Thursday, July 2, 2009

Earth to Congress: Keep Your Hands Off of College Football and Pay Attention to Real Issues!

Earlier this week, Senator Orrin Hatch (Republican, Utah) whined in an opinion essay (for Real Clear Politics) that the Senate needed more time to review the "large and complex record" of Supreme Court nominee Sonia Sotomayor. Perhaps Hatch and the other members of the Judiciary Committee could devote more attention to Sotomayor if they canceled a hearing, scheduled for next week, to investigate the College Bowl Champion Series (BCS). The upcoming hearing is a colossal waste of time.

Hatch, who sits on the Judiciary Committee's Subcommittee on Antitrust, Competition Policy and Consumer Rights, sought the hearing to determine whether the BCS violates any antitrust laws. Keep in mind that the Judiciary Committee must first approve Sotomayor before the process moves to the full Senate.

Although reviewing Sotomayor's record has supposedly stymied Hatch, he found time to write yet another essay (published in Sports Illustrated), which explains his theory of the possible antitrust issues related to the BCS. Hatch believes the automatic bid for the major NCAA conferences might violate the law. This sounds preposterous to me, but I am not an antitrust scholar. Neither is Orrin Hatch.

BCS Is the New Wasteful Obsession for Congress
Next week's BCS hearing is the second to take place in Congress this year. In May, Representative Joe Barton (Republican, Texas) hauled BCS officials into the House to testify before the Committee on Commerce, Trade and Consumer Protection.

Barton has sponsored legislation that would prohibit "the marketing, promotion, and advertising of a post-season game as a 'national championship' football game" unless the victor was chosen through a playoff system. And if the NCCA fails to comply, Barton's proposal would allow the Federal Trade Commission to prosecute the organization for an "unfair or deceptive act or practice."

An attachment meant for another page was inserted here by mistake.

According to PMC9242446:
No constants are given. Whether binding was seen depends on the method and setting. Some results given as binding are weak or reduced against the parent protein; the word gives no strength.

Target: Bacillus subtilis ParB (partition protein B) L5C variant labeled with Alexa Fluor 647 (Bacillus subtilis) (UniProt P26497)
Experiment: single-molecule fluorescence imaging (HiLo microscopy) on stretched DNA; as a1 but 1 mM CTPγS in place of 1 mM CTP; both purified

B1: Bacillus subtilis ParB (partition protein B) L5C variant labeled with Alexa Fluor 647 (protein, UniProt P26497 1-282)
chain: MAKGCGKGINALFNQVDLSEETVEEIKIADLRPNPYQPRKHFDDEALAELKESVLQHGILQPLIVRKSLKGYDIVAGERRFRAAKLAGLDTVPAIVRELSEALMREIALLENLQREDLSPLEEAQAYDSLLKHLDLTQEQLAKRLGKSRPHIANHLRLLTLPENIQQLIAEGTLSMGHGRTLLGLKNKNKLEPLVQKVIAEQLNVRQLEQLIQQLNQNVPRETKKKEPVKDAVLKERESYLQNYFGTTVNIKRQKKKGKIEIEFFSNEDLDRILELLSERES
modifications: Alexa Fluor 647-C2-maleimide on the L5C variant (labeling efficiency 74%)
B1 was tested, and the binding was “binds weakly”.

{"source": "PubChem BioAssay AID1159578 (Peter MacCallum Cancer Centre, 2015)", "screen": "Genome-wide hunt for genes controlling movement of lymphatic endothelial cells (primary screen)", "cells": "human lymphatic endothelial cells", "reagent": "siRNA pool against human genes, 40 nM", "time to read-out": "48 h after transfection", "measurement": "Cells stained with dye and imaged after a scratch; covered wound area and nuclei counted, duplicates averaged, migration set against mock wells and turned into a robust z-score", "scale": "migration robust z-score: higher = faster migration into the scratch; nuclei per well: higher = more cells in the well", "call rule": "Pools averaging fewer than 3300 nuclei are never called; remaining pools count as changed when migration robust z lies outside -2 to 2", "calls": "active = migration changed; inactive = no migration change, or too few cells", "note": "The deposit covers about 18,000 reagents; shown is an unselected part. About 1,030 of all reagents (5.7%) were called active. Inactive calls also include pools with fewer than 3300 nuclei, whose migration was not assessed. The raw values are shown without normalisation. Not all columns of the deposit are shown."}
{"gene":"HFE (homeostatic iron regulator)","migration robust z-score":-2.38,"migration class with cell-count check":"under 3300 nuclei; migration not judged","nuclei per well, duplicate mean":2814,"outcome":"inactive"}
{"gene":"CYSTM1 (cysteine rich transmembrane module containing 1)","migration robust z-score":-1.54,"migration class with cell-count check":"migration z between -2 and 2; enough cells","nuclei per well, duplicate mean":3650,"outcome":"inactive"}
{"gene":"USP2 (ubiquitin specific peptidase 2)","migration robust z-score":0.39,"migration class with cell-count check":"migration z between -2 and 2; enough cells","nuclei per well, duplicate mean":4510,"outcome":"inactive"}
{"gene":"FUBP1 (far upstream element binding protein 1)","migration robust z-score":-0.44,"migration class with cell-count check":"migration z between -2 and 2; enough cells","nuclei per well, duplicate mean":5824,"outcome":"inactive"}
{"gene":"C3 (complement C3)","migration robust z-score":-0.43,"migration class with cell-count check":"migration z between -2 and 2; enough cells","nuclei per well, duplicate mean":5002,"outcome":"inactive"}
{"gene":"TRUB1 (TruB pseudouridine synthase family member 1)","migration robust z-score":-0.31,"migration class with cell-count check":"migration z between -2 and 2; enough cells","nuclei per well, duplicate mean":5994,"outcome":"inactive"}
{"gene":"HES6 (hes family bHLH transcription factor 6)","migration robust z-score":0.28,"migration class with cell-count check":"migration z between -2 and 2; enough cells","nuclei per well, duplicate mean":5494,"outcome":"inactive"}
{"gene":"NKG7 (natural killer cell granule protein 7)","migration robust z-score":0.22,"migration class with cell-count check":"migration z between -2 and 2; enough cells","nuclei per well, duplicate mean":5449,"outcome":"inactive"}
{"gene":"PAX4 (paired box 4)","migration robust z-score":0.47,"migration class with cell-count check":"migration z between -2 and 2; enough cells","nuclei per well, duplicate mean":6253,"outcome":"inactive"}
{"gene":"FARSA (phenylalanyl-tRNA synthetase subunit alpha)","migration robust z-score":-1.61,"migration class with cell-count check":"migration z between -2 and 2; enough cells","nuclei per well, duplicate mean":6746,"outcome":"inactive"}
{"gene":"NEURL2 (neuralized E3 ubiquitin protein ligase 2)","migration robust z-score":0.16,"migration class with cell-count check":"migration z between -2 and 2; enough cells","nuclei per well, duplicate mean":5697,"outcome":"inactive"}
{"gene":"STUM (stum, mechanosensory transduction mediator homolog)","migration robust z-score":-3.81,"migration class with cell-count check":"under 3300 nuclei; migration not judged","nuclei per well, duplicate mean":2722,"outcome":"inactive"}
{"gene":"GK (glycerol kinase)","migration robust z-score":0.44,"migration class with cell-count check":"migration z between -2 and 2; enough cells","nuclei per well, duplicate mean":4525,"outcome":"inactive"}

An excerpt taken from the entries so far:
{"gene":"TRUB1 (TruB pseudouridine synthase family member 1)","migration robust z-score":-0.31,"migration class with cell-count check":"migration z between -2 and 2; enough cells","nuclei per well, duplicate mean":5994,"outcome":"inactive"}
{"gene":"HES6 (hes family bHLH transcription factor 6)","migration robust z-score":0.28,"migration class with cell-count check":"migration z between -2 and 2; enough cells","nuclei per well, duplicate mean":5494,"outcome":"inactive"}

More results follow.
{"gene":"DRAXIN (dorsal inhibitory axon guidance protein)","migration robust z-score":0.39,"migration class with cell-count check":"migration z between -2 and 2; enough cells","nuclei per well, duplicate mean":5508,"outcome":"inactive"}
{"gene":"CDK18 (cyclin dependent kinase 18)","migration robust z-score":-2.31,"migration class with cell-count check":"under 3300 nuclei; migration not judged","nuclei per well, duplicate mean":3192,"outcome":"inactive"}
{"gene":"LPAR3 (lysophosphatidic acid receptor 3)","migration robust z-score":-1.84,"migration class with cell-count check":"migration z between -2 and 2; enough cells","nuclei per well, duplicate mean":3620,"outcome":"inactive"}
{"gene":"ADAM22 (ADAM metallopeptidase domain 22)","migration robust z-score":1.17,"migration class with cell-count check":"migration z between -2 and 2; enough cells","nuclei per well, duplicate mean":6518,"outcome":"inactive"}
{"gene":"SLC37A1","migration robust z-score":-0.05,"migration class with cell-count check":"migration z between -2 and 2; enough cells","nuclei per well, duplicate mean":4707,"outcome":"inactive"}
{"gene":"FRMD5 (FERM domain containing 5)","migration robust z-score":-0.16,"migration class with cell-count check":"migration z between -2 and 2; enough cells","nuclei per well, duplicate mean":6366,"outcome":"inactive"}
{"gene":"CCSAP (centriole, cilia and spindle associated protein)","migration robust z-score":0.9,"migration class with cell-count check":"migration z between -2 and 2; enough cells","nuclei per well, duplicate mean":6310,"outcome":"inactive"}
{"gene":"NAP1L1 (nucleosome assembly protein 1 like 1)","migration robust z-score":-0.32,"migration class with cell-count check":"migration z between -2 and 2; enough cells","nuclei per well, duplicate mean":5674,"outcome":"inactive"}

Apparently, the First Amendment means nothing to Barton. Neither does the need for serious legislation. Also, calling the victor of the BCS Championship game the "national champion" cannot deceive the public when the public already knows that the BCS does not utilize a playoff system. Barton, however, says that calling the victor the national champion is "patently deceptive" because a computer chooses the competitors. Barton's statement distorts the selection process that the BCS utilizes.

Furthermore, under Barton's logic, Major League Baseball violates consumer protection laws because it sponsors the World Series and calls the victor the "world champion." Many professional baseball teams exist outside of the United States, but the MLB world champions do not compete with any of them (except for the one Canadian team that remains a part of MLB). Even if baseball only existed in the United States, the MLB champion cannot accurately claim a "world" title for a geographically localized sport. In fact, doing so seems far more deceptive than picking a national champion under the BCS system.